April 5, 2016
by John S. Kay
Hutchens Law Firm – USFN Member (North Carolina, South Carolina)
South Carolina now becomes the most recent state to have a legal decision weighing in on the validity of MERS documents, but not in the usual fashion that we have seen in most states. In fact, the result of the case does not resolve the issue as to whether MERS documents are valid in South Carolina at all. [Kubic v. MERSCORP Holdings, Inc., Op. No. 27619 (S.C. Sup. Ct. Mar. 30, 2016)].
County Administrators and Registers of Deeds in five South Carolina counties instituted lawsuits against MERSCORP, as well as various banks and mortgage servicers, alleging that those institutions had engaged in a practice of fraudulent recording of documents that disrupted the integrity of the public index. The South Carolina Supreme Court consolidated the lawsuits and assigned the case to a Business Court trial judge. MERSCORP and the banking institution defendants filed a motion to dismiss, asserting that the complaint failed to state a cause of action and that the action was barred by section 30-9-30 of the South Carolina Code (2007). The trial court denied the motion and the defendants petitioned the South Carolina Supreme Court for a writ of certiorari, which the Supreme Court granted.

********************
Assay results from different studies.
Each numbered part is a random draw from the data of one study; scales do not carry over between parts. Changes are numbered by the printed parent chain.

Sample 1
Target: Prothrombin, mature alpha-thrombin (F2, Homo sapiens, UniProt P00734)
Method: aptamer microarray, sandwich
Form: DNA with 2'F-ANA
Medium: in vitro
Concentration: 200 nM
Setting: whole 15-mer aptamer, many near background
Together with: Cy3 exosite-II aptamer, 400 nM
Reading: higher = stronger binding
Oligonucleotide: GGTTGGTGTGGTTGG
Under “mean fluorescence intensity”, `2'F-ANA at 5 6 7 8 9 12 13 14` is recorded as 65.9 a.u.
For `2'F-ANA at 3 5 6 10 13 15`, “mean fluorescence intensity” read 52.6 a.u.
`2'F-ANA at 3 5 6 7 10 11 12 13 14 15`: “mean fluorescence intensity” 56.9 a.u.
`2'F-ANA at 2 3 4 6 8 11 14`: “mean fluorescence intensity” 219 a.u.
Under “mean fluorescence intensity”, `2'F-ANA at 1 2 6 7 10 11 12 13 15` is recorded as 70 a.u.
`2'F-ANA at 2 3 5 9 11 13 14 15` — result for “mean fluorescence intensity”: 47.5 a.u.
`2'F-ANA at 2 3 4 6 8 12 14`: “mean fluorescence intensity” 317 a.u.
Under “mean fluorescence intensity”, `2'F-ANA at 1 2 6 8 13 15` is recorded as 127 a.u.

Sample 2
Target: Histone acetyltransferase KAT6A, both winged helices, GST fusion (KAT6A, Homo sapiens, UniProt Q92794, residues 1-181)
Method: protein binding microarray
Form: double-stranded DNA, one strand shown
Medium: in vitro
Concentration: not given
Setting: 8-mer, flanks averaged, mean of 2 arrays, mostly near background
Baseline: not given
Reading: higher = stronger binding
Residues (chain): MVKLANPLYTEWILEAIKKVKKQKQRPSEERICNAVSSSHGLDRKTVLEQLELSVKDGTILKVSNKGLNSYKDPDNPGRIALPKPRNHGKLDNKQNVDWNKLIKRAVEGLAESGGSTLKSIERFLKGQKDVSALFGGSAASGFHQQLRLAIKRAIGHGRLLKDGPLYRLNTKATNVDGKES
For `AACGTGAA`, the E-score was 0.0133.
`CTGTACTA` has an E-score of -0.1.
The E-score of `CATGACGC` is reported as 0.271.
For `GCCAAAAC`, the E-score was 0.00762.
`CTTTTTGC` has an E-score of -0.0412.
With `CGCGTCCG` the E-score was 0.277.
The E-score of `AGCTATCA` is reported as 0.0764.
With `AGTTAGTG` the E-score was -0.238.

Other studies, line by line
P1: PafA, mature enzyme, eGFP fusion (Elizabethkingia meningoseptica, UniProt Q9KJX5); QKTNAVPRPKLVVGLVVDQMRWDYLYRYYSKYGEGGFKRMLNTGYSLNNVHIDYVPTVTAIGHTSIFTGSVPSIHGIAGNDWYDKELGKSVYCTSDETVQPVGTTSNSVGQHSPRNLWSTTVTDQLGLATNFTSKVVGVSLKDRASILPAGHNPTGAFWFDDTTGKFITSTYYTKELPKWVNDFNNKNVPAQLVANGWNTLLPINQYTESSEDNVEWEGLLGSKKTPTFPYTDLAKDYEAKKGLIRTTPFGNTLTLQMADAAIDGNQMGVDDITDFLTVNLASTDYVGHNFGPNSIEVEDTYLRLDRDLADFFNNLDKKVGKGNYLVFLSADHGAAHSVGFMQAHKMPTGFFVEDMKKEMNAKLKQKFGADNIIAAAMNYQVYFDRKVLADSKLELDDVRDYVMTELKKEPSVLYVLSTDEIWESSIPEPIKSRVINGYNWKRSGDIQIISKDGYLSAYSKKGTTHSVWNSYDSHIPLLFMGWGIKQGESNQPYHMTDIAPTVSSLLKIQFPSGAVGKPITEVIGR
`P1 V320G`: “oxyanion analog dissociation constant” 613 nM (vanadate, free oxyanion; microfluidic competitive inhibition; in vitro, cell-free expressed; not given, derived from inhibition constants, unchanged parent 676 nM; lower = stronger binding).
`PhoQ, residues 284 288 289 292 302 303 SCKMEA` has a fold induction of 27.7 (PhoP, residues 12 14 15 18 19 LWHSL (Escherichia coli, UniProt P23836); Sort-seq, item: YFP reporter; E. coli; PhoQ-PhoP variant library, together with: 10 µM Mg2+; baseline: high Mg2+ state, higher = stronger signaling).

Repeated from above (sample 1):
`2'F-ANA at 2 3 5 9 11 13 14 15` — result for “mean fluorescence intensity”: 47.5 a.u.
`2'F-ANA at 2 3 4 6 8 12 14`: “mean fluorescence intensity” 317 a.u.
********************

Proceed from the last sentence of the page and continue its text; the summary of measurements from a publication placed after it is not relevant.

Section 30-9-30(B) provides that if the clerk of court or register of deeds reasonably believes that a document presented to him or her is materially false or fraudulent, or is a sham legal process, the clerk of court or register of deeds may refuse to accept the document for filing. The statute further provides that within thirty days of written notice of such a refusal by the clerk of court or register of deeds, the person presenting the document may commence a lawsuit requiring the clerk of court or register of deeds to accept the document for filing.
The county administrators contended that the statute provided them, by implication, with a right to commence an action to remove MERS-related documents from the public index. The Supreme Court disagreed and found that the plain meaning of the statute afforded the right to bring such an action to the person attempting to file the document, rather than to the county clerk of court or register of deeds. Consequently, the trial court was reversed, and the Supreme Court dismissed the plaintiffs’ case.
So where are we regarding the MERS issue in South Carolina? The Supreme Court may have provided the answer in the decision itself. In dicta, the Court indicated “the statute already provides a remedy to government officials by allowing them to remove or reject any fraudulent records; by its express language a judicial blessing or directive is not required (and thus, not permitted) in performance of this executive function.” One can assume that the county administrators in South Carolina may start rejecting MERS mortgages and require lenders to commence a lawsuit in order to have the document recorded.
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